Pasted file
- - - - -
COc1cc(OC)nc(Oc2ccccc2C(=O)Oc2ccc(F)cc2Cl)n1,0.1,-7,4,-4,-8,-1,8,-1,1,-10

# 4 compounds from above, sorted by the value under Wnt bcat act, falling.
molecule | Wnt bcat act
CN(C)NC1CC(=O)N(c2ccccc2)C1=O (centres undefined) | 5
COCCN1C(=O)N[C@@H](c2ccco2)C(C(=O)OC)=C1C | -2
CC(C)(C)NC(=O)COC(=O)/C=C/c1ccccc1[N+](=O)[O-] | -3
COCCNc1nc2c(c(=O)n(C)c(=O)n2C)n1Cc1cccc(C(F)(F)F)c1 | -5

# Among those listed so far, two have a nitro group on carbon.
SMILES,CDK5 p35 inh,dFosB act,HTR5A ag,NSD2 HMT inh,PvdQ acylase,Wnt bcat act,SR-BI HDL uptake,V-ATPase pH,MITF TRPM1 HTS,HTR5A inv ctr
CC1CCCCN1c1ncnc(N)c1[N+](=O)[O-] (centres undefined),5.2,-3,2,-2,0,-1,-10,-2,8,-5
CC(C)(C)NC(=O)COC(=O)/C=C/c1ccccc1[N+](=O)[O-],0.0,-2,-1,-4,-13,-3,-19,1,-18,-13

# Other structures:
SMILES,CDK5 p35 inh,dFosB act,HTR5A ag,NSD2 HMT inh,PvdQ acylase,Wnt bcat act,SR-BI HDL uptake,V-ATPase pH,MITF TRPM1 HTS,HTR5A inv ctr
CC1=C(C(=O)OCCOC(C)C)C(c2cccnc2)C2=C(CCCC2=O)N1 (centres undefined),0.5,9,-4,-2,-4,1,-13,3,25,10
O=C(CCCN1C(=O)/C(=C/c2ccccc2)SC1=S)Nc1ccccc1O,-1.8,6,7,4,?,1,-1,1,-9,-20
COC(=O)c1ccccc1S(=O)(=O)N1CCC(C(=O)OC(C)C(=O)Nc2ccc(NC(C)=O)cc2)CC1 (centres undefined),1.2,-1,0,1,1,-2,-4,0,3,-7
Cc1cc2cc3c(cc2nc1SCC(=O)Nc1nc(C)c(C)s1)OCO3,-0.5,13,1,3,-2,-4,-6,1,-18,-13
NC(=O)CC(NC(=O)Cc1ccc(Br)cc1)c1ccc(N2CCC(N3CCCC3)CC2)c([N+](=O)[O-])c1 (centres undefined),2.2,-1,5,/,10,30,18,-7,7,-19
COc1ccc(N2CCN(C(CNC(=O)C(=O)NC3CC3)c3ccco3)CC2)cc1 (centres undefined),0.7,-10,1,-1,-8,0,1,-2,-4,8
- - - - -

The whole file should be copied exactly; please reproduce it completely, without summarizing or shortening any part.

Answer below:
COc1cc(OC)nc(Oc2ccccc2C(=O)Oc2ccc(F)cc2Cl)n1,0.1,-7,4,-4,-8,-1,8,-1,1,-10

# 4 compounds from above, sorted by the value under Wnt bcat act, falling.
molecule | Wnt bcat act
CN(C)NC1CC(=O)N(c2ccccc2)C1=O (centres undefined) | 5
COCCN1C(=O)N[C@@H](c2ccco2)C(C(=O)OC)=C1C | -2
CC(C)(C)NC(=O)COC(=O)/C=C/c1ccccc1[N+](=O)[O-] | -3
COCCNc1nc2c(c(=O)n(C)c(=O)n2C)n1Cc1cccc(C(F)(F)F)c1 | -5

# Among those listed so far, two have a nitro group on carbon.
SMILES,CDK5 p35 inh,dFosB act,HTR5A ag,NSD2 HMT inh,PvdQ acylase,Wnt bcat act,SR-BI HDL uptake,V-ATPase pH,MITF TRPM1 HTS,HTR5A inv ctr
CC1CCCCN1c1ncnc(N)c1[N+](=O)[O-] (centres undefined),5.2,-3,2,-2,0,-1,-10,-2,8,-5
CC(C)(C)NC(=O)COC(=O)/C=C/c1ccccc1[N+](=O)[O-],0.0,-2,-1,-4,-13,-3,-19,1,-18,-13

# Other structures:
SMILES,CDK5 p35 inh,dFosB act,HTR5A ag,NSD2 HMT inh,PvdQ acylase,Wnt bcat act,SR-BI HDL uptake,V-ATPase pH,MITF TRPM1 HTS,HTR5A inv ctr
CC1=C(C(=O)OCCOC(C)C)C(c2cccnc2)C2=C(CCCC2=O)N1 (centres undefined),0.5,9,-4,-2,-4,1,-13,3,25,10
O=C(CCCN1C(=O)/C(=C/c2ccccc2)SC1=S)Nc1ccccc1O,-1.8,6,7,4,?,1,-1,1,-9,-20
COC(=O)c1ccccc1S(=O)(=O)N1CCC(C(=O)OC(C)C(=O)Nc2ccc(NC(C)=O)cc2)CC1 (centres undefined),1.2,-1,0,1,1,-2,-4,0,3,-7
Cc1cc2cc3c(cc2nc1SCC(=O)Nc1nc(C)c(C)s1)OCO3,-0.5,13,1,3,-2,-4,-6,1,-18,-13
NC(=O)CC(NC(=O)Cc1ccc(Br)cc1)c1ccc(N2CCC(N3CCCC3)CC2)c([N+](=O)[O-])c1 (centres undefined),2.2,-1,5,/,10,30,18,-7,7,-19
COc1ccc(N2CCN(C(CNC(=O)C(=O)NC3CC3)c3ccco3)CC2)cc1 (centres undefined),0.7,-10,1,-1,-8,0,1,-2,-4,8